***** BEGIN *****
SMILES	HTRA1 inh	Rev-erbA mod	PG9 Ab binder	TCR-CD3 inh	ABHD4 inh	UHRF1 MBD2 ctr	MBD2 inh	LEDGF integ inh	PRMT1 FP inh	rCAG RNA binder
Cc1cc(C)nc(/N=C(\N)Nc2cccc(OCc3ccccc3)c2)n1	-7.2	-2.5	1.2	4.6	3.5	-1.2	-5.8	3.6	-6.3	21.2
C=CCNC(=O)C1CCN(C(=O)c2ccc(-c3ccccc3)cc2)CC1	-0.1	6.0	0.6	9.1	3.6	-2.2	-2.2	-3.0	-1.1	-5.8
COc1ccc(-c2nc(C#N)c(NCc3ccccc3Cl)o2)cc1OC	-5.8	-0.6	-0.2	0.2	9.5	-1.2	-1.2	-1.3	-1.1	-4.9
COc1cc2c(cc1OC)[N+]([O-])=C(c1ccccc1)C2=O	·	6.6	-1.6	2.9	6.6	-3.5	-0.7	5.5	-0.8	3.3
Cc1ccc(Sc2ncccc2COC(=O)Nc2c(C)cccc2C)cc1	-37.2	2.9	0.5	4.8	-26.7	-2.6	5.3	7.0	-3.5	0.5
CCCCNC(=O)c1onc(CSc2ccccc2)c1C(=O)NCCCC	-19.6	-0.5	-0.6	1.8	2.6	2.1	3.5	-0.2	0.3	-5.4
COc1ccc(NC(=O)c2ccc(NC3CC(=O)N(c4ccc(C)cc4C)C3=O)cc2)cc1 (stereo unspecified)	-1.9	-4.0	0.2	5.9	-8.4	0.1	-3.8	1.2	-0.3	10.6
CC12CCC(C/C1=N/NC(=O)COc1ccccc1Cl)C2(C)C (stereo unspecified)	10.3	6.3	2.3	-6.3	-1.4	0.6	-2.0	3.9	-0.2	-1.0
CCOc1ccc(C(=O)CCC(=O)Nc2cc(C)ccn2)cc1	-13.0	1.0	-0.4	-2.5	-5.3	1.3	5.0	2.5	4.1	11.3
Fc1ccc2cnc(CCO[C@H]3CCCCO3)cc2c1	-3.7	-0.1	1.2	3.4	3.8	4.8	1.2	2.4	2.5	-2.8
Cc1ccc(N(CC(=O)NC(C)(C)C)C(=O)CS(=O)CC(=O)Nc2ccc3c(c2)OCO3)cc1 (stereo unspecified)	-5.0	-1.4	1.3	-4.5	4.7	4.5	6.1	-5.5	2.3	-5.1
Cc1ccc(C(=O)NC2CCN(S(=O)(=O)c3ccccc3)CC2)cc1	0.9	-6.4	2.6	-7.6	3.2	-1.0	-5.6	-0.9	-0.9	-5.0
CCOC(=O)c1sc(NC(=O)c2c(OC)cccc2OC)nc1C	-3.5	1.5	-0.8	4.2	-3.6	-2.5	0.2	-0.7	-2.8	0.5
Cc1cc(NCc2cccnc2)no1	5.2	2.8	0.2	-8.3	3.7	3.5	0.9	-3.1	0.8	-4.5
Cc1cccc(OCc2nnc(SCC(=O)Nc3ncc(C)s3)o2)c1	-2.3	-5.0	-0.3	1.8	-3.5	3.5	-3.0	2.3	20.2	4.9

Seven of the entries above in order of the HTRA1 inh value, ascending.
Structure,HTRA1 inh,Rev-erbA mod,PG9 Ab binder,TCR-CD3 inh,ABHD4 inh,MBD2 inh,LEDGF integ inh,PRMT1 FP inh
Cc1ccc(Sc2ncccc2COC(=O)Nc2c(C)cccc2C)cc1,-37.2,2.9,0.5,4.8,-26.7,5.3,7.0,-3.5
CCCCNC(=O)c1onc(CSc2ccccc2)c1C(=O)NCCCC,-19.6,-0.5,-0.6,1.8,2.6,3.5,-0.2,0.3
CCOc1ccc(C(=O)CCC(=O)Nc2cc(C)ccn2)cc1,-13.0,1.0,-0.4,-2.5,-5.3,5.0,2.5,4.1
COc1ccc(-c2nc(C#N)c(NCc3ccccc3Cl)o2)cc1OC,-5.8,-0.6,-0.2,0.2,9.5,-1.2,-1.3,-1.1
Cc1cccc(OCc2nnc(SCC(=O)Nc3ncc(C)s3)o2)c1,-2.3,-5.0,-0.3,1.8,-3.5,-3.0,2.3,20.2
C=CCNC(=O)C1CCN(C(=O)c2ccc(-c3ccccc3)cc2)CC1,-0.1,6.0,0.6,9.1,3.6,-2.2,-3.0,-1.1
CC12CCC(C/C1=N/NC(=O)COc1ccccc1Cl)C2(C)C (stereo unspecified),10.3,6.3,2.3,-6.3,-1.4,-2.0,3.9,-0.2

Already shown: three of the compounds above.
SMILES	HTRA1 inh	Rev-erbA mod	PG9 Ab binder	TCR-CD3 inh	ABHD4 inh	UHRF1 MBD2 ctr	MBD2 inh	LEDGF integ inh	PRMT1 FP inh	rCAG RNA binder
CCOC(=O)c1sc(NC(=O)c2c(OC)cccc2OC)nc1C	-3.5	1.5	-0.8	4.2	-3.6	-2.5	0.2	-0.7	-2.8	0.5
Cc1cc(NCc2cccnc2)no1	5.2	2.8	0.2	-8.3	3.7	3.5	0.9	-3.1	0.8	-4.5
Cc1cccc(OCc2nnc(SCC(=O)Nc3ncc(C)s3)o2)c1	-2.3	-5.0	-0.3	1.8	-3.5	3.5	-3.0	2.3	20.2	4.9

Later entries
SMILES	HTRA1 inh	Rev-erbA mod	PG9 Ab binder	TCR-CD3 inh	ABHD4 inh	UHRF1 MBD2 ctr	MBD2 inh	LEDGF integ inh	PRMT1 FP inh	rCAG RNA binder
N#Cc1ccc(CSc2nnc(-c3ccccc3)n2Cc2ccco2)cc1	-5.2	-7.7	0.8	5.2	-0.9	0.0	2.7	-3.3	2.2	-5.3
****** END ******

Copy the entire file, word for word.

SMILES	HTRA1 inh	Rev-erbA mod	PG9 Ab binder	TCR-CD3 inh	ABHD4 inh	UHRF1 MBD2 ctr	MBD2 inh	LEDGF integ inh	PRMT1 FP inh	rCAG RNA binder
Cc1cc(C)nc(/N=C(\N)Nc2cccc(OCc3ccccc3)c2)n1	-7.2	-2.5	1.2	4.6	3.5	-1.2	-5.8	3.6	-6.3	21.2
C=CCNC(=O)C1CCN(C(=O)c2ccc(-c3ccccc3)cc2)CC1	-0.1	6.0	0.6	9.1	3.6	-2.2	-2.2	-3.0	-1.1	-5.8
COc1ccc(-c2nc(C#N)c(NCc3ccccc3Cl)o2)cc1OC	-5.8	-0.6	-0.2	0.2	9.5	-1.2	-1.2	-1.3	-1.1	-4.9
COc1cc2c(cc1OC)[N+]([O-])=C(c1ccccc1)C2=O	·	6.6	-1.6	2.9	6.6	-3.5	-0.7	5.5	-0.8	3.3
Cc1ccc(Sc2ncccc2COC(=O)Nc2c(C)cccc2C)cc1	-37.2	2.9	0.5	4.8	-26.7	-2.6	5.3	7.0	-3.5	0.5
CCCCNC(=O)c1onc(CSc2ccccc2)c1C(=O)NCCCC	-19.6	-0.5	-0.6	1.8	2.6	2.1	3.5	-0.2	0.3	-5.4
COc1ccc(NC(=O)c2ccc(NC3CC(=O)N(c4ccc(C)cc4C)C3=O)cc2)cc1 (stereo unspecified)	-1.9	-4.0	0.2	5.9	-8.4	0.1	-3.8	1.2	-0.3	10.6
CC12CCC(C/C1=N/NC(=O)COc1ccccc1Cl)C2(C)C (stereo unspecified)	10.3	6.3	2.3	-6.3	-1.4	0.6	-2.0	3.9	-0.2	-1.0
CCOc1ccc(C(=O)CCC(=O)Nc2cc(C)ccn2)cc1	-13.0	1.0	-0.4	-2.5	-5.3	1.3	5.0	2.5	4.1	11.3
Fc1ccc2cnc(CCO[C@H]3CCCCO3)cc2c1	-3.7	-0.1	1.2	3.4	3.8	4.8	1.2	2.4	2.5	-2.8
Cc1ccc(N(CC(=O)NC(C)(C)C)C(=O)CS(=O)CC(=O)Nc2ccc3c(c2)OCO3)cc1 (stereo unspecified)	-5.0	-1.4	1.3	-4.5	4.7	4.5	6.1	-5.5	2.3	-5.1
Cc1ccc(C(=O)NC2CCN(S(=O)(=O)c3ccccc3)CC2)cc1	0.9	-6.4	2.6	-7.6	3.2	-1.0	-5.6	-0.9	-0.9	-5.0
CCOC(=O)c1sc(NC(=O)c2c(OC)cccc2OC)nc1C	-3.5	1.5	-0.8	4.2	-3.6	-2.5	0.2	-0.7	-2.8	0.5
Cc1cc(NCc2cccnc2)no1	5.2	2.8	0.2	-8.3	3.7	3.5	0.9	-3.1	0.8	-4.5
Cc1cccc(OCc2nnc(SCC(=O)Nc3ncc(C)s3)o2)c1	-2.3	-5.0	-0.3	1.8	-3.5	3.5	-3.0	2.3	20.2	4.9

Seven of the entries above in order of the HTRA1 inh value, ascending.
Structure,HTRA1 inh,Rev-erbA mod,PG9 Ab binder,TCR-CD3 inh,ABHD4 inh,MBD2 inh,LEDGF integ inh,PRMT1 FP inh
Cc1ccc(Sc2ncccc2COC(=O)Nc2c(C)cccc2C)cc1,-37.2,2.9,0.5,4.8,-26.7,5.3,7.0,-3.5
CCCCNC(=O)c1onc(CSc2ccccc2)c1C(=O)NCCCC,-19.6,-0.5,-0.6,1.8,2.6,3.5,-0.2,0.3
CCOc1ccc(C(=O)CCC(=O)Nc2cc(C)ccn2)cc1,-13.0,1.0,-0.4,-2.5,-5.3,5.0,2.5,4.1
COc1ccc(-c2nc(C#N)c(NCc3ccccc3Cl)o2)cc1OC,-5.8,-0.6,-0.2,0.2,9.5,-1.2,-1.3,-1.1
Cc1cccc(OCc2nnc(SCC(=O)Nc3ncc(C)s3)o2)c1,-2.3,-5.0,-0.3,1.8,-3.5,-3.0,2.3,20.2
C=CCNC(=O)C1CCN(C(=O)c2ccc(-c3ccccc3)cc2)CC1,-0.1,6.0,0.6,9.1,3.6,-2.2,-3.0,-1.1
CC12CCC(C/C1=N/NC(=O)COc1ccccc1Cl)C2(C)C (stereo unspecified),10.3,6.3,2.3,-6.3,-1.4,-2.0,3.9,-0.2

Already shown: three of the compounds above.
SMILES	HTRA1 inh	Rev-erbA mod	PG9 Ab binder	TCR-CD3 inh	ABHD4 inh	UHRF1 MBD2 ctr	MBD2 inh	LEDGF integ inh	PRMT1 FP inh	rCAG RNA binder
CCOC(=O)c1sc(NC(=O)c2c(OC)cccc2OC)nc1C	-3.5	1.5	-0.8	4.2	-3.6	-2.5	0.2	-0.7	-2.8	0.5
Cc1cc(NCc2cccnc2)no1	5.2	2.8	0.2	-8.3	3.7	3.5	0.9	-3.1	0.8	-4.5
Cc1cccc(OCc2nnc(SCC(=O)Nc3ncc(C)s3)o2)c1	-2.3	-5.0	-0.3	1.8	-3.5	3.5	-3.0	2.3	20.2	4.9

Later entries
SMILES	HTRA1 inh	Rev-erbA mod	PG9 Ab binder	TCR-CD3 inh	ABHD4 inh	UHRF1 MBD2 ctr	MBD2 inh	LEDGF integ inh	PRMT1 FP inh	rCAG RNA binder
N#Cc1ccc(CSc2nnc(-c3ccccc3)n2Cc2ccco2)cc1	-5.2	-7.7	0.8	5.2	-0.9	0.0	2.7	-3.3	2.2	-5.3